Championships, gala — or what?

SOPOT, Poland — Let’s say you dropped into Sunday’s final day of the 2014 world indoor track and field championships.

Further, you were a stranger to the sport, maybe kinda-sorta checking it out, a local from here in Sopot or Gdansk.

The program started at 2:50 in the afternoon. It wrapped up a little past 7 in the evening. That’s just over four hours. In those four-plus hours you saw — deep breath now — 14 events, two semifinals and 12 finals, as well as 17 medal ceremonies.

Ethiopia's Genzebe Dibaba winning the women's 3k // photo Getty Images

Ethiopia’s Genzebe Dibaba winning the women’s 3k // photo Getty Images

Essentially, you went to the circus. All that was missing was lions, tigers and bears.

This has to change.

At one instant Sunday, long jumper Erica Jarder of Sweden, the 2013 European indoor bronze medalist, launched herself into the pit exactly as, at the other end of the infield, Polish pole vaulter Anna Rogowska, the 2009 world champion and 2004 Athens bronze medalist, was going up and over the bar. Bad timing for Erica Jarder. She might as well have been invisible.

Later, the gaggle of guys running the 3000 meters circled the track as, again, Rogowska jumped at 4.7 meters, or 15 feet, 5 inches, the crowd clapping for her, paying the guys little if any attention. The 39-year-old defending champ, Bernard Lagat of the United States, had been shown pre-race on the big-screen. But what about the 21-year-old sensation Caleb Ndiku of Kenya, who would go on to out-kick Lagat and, you know, win?

A few moments later still, as American Chanelle Price, Poland’s Angelika Cichocka and Marina Arzamasova of Belarus were taking their victory laps — Price the first American woman to win an 800, indoors or out, at a senior IAAF championship — the guy high jumpers were, one after another, doing warm-up leaps over the bar. Halfway through that 800 victory lap,  the medal ceremony for Saturday’s men’s 60-meter dash broke in, the strains of “God Save the Queen” ringing out for Britain’s Richard Kilty, the photographers framing him just so with American Marvin Bracy and Qatar’s Femi Ogunode.

Everyone connected to track and field recognizes this problem. It is the deep, dark secret. A day like Sunday merely underscores the challenge, if you prefer a more connotatively neutral word.

Are the indoor worlds in particular a championships, or a gala? Like, what?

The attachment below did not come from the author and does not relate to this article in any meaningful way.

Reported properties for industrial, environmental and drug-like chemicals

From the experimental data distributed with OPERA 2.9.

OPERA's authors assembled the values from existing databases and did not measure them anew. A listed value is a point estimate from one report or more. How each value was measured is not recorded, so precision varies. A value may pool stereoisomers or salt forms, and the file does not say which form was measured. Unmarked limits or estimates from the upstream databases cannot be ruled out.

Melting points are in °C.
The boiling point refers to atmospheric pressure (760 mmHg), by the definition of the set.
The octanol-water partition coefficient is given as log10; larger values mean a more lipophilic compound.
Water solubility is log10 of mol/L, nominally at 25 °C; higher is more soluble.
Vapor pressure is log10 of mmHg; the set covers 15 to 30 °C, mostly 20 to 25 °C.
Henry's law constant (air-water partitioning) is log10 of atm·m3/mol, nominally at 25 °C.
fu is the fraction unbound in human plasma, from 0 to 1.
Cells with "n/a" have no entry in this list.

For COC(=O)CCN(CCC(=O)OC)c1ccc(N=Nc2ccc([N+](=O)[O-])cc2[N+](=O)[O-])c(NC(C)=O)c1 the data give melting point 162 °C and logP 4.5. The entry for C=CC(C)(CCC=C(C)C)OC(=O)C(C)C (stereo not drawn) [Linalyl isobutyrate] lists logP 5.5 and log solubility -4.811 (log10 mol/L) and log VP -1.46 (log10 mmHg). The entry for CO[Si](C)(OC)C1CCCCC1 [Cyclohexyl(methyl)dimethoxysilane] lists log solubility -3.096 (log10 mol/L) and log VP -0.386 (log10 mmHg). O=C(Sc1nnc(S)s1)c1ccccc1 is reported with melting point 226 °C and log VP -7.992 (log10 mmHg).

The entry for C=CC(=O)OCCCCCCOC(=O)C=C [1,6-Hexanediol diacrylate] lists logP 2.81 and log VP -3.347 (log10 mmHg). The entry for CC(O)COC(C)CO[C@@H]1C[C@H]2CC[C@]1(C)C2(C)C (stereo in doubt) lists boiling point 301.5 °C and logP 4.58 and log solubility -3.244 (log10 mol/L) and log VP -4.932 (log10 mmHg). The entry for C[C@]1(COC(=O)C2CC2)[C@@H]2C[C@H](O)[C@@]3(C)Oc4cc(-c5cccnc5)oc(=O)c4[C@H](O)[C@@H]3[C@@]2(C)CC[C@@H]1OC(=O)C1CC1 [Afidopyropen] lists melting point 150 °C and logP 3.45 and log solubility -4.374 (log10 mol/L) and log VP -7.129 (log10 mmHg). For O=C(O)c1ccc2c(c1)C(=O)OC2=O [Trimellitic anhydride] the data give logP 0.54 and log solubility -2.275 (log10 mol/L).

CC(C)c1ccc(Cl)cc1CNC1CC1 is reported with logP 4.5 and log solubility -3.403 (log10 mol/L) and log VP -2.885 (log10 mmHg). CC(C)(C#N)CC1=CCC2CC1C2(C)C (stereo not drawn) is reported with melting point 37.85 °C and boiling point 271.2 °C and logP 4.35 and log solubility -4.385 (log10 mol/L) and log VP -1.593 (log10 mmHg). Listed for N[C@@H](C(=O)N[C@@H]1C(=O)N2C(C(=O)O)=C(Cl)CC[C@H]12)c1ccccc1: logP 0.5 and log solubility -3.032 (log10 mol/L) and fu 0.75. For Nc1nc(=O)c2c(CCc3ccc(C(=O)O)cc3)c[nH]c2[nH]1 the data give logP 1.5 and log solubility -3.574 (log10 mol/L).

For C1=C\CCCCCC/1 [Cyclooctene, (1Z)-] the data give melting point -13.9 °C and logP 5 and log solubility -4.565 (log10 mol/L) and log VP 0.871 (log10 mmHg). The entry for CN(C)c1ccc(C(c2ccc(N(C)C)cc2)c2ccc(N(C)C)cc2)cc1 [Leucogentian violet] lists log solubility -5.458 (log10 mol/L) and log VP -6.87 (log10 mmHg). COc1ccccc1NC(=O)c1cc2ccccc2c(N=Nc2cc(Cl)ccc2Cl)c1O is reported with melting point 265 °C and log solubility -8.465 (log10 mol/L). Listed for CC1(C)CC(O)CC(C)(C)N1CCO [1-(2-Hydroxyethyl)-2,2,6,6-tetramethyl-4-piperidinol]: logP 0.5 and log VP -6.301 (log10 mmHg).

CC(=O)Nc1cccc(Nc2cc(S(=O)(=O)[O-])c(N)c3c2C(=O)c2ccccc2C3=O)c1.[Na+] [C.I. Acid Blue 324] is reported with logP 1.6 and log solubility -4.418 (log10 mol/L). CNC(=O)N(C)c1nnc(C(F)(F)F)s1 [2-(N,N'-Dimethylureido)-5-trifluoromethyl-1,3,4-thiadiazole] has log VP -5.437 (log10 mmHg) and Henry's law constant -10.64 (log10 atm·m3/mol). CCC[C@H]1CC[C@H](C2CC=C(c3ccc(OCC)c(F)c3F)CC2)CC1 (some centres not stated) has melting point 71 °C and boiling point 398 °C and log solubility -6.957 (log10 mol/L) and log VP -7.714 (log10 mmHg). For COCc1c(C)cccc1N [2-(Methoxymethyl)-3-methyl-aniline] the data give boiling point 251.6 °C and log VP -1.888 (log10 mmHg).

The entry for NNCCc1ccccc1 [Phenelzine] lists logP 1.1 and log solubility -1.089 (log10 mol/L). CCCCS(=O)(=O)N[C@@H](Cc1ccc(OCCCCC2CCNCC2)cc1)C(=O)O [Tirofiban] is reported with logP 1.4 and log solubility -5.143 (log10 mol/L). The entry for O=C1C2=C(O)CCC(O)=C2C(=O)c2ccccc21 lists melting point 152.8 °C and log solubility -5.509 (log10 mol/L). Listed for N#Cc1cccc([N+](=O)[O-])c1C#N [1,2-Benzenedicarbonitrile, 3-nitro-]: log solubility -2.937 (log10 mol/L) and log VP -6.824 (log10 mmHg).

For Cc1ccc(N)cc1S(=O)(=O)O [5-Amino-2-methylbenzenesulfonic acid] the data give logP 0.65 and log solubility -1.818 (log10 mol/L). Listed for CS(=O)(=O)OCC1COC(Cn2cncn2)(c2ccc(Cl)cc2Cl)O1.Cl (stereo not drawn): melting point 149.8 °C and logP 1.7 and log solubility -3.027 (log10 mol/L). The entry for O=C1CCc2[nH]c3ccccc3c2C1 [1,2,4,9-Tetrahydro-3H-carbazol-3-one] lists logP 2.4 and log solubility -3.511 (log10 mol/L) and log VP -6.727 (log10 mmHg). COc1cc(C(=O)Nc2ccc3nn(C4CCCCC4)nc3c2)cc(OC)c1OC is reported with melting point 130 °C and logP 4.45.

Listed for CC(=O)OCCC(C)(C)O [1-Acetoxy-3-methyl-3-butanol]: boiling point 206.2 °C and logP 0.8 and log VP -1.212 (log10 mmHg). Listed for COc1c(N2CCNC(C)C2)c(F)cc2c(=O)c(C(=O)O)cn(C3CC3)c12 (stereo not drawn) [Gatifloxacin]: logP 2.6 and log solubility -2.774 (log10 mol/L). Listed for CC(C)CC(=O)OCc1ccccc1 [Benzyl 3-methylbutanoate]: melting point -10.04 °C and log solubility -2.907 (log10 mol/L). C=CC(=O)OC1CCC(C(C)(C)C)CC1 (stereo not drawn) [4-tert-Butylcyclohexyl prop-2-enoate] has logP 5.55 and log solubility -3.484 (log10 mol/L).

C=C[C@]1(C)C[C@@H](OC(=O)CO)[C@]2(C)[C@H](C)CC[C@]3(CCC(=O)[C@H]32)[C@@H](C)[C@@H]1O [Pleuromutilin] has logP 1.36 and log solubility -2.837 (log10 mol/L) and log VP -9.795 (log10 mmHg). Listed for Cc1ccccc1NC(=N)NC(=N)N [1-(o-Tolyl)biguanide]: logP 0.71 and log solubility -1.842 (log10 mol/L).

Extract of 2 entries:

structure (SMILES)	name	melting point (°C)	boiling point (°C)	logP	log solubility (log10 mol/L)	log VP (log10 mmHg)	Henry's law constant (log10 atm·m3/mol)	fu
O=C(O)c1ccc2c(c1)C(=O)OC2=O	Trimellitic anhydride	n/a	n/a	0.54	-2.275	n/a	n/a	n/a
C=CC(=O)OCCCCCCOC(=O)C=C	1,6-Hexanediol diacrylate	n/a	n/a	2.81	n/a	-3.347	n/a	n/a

To frame it differently: why is pole vault a straight final but not high jump, which involved a qualification round?

Track and field is the the leading sport in the Olympic movement. But other sports — swimming, in particular — are gaining ground, and fast, which is why the International Olympic Committee last year elevated swimming and gymnastics into the top tier of Olympic revenue-sharers; the IAAF used to be alone in that top tier.

One of the main reasons: those other sports have made major changes in their presentations to the viewing public.

By contrast, track and field has pretty much stayed the same. A track meet in 2014 is essentially like going to a track meet in 1994 or 1974.

This has to change.

Of course, the essence, the beauty, of track and field is that it has an amazing tradition, including records from way back that you can compare to today’s athletes. (Let’s put aside, for just a moment, doping controversies and certain 1980s seemingly never-to-be-matched records.)

Track still has the capacity to produce amazing athletes from the world’s four corners. Genzebe Dibaba of Ethiopia is a marvel. The world record-holder in the event, she won the women’s 3000 Sunday, dropping everyone else like they were irrelevant, winning in 8:55.04. The Kenyan champion, Hellen Onsando Obiri, was more than two seconds back, in 8:57.72.

How best to spotlight a race like the 3k with a talent like Dibaba in it? While the women’s pole vault and men’s high jump are going on simultaneously?

The very last event on the program, the men’s 4×400 relay, produced a new world indoor record, 3:02.13, set by Americans Kyle Clemons, David Verburg, Kind Butler III, Calvin Smith Jr.; there was so much going on that any announcement was lost in the general din.

The IAAF on Sunday thoughtfully provided a stapled results package from both Friday and Saturday to the members of the press. Friday’s ran to 41 pages. Saturday’s, 42.

On the one hand, this was glorious for stat freaks.

On the other, this highlighted the magnitude of what’s at stake.

Why so many events? So much stuff?

Every sport has to evolve, and track is way, way too slow to get with the program.

Now — right now — is the time to do so.

These figure to be the last years of Usain Bolt’s reign. Since 2008, he has been — pretty much by himself — the face of track and field everywhere in the world.

Bolt doesn’t do the indoors. That right there — despite the fact that Sopot 2014 was, legitimately, the most important international meet of the year, because there are no world outdoor championships — tells you things need to be looked at closely.

Bolt isn’t even here for ceremonial purposes. Why not?